By Joel Dyer

Honestly, do these people have no shame? News flash, COGA: You didn’t have to sue anyone, anywhere.

DyerTimes

Time for Longmont voters to push back on disgusting 'push polls' and those they benefit

By Joel Dyer

First off, let me just warn you that I’m pretty angry about what’s going on in Longmont’s city council races.

DyerTimes

Vaya con Dios

Who wants to live in a world where you can’t ride your horse to Utah?

By Joel Dyer

Ellen asked me what I was thinking, and it all became clear as the words left my mouth. “I don’t want to live in a world where you can’t ride your horse to Utah.” It was exactly what I was feeling, and it had nothing to do with horses.

DyerTimes

Don’t trade pennies for your planet

Why we must municipalize our electric utility

By Joel Dyer

is an old political joke in my business in which a reporter who doesn’t much care for a particular candidate shouts out at a press conference, “Do you still beat your wife?” The candidate, who of course has never done such a despicable thing, quickly responds that the whole thing is a vicious lie.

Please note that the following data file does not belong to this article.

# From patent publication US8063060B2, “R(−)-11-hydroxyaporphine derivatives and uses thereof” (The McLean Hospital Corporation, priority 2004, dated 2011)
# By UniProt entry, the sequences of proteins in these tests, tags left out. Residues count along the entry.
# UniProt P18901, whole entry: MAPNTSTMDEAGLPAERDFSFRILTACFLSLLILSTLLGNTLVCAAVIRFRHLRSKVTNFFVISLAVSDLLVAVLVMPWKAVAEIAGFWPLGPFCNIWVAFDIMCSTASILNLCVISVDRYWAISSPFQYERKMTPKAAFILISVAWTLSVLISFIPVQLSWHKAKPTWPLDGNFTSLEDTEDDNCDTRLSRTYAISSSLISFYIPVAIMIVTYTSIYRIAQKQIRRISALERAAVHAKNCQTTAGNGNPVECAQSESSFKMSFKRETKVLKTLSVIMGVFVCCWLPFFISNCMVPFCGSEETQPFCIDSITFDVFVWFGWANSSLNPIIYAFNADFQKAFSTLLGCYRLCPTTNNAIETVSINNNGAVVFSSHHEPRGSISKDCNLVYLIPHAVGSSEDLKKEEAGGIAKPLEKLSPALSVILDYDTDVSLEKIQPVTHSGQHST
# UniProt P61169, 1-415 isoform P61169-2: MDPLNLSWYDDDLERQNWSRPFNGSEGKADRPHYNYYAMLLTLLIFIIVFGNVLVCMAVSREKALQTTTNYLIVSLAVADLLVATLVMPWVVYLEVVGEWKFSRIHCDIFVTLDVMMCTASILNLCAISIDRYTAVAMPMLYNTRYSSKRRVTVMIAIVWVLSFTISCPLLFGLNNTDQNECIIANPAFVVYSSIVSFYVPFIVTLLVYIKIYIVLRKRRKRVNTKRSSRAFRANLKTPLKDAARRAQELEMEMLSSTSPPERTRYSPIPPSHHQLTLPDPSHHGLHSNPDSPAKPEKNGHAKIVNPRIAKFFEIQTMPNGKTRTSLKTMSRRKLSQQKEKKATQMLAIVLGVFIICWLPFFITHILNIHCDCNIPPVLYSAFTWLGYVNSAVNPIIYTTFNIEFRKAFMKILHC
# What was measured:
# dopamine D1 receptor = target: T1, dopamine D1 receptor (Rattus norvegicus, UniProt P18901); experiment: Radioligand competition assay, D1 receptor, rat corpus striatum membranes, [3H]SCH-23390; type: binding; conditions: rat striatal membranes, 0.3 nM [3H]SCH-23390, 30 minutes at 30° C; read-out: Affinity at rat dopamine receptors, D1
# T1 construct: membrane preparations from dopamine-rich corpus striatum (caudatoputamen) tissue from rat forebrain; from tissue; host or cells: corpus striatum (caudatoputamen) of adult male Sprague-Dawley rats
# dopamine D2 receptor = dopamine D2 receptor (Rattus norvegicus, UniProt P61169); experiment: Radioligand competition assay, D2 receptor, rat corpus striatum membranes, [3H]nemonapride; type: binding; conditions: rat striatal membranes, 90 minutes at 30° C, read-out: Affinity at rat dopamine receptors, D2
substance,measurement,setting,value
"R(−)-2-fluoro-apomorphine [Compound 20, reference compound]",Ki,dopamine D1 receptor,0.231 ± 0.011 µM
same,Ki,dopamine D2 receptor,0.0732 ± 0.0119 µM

DyerTimes

NSA's domestic spying program: Beware the wolf

Our government’s domestic spying has damaged the nation more than any terrorist attack ever could

By Joel Dyer

If you just thought to yourself, “It makes me feel safer,” do America a favor and never vote again.

In Case You Missed It

In case you missed it

The findings, published in Proceedings of the National Academy of Sciences, examined the genomes of 825 white American couples, finding fewer differences in DNA between married people than randomly-selected individuals.

In Case You Missed It

In case you missed it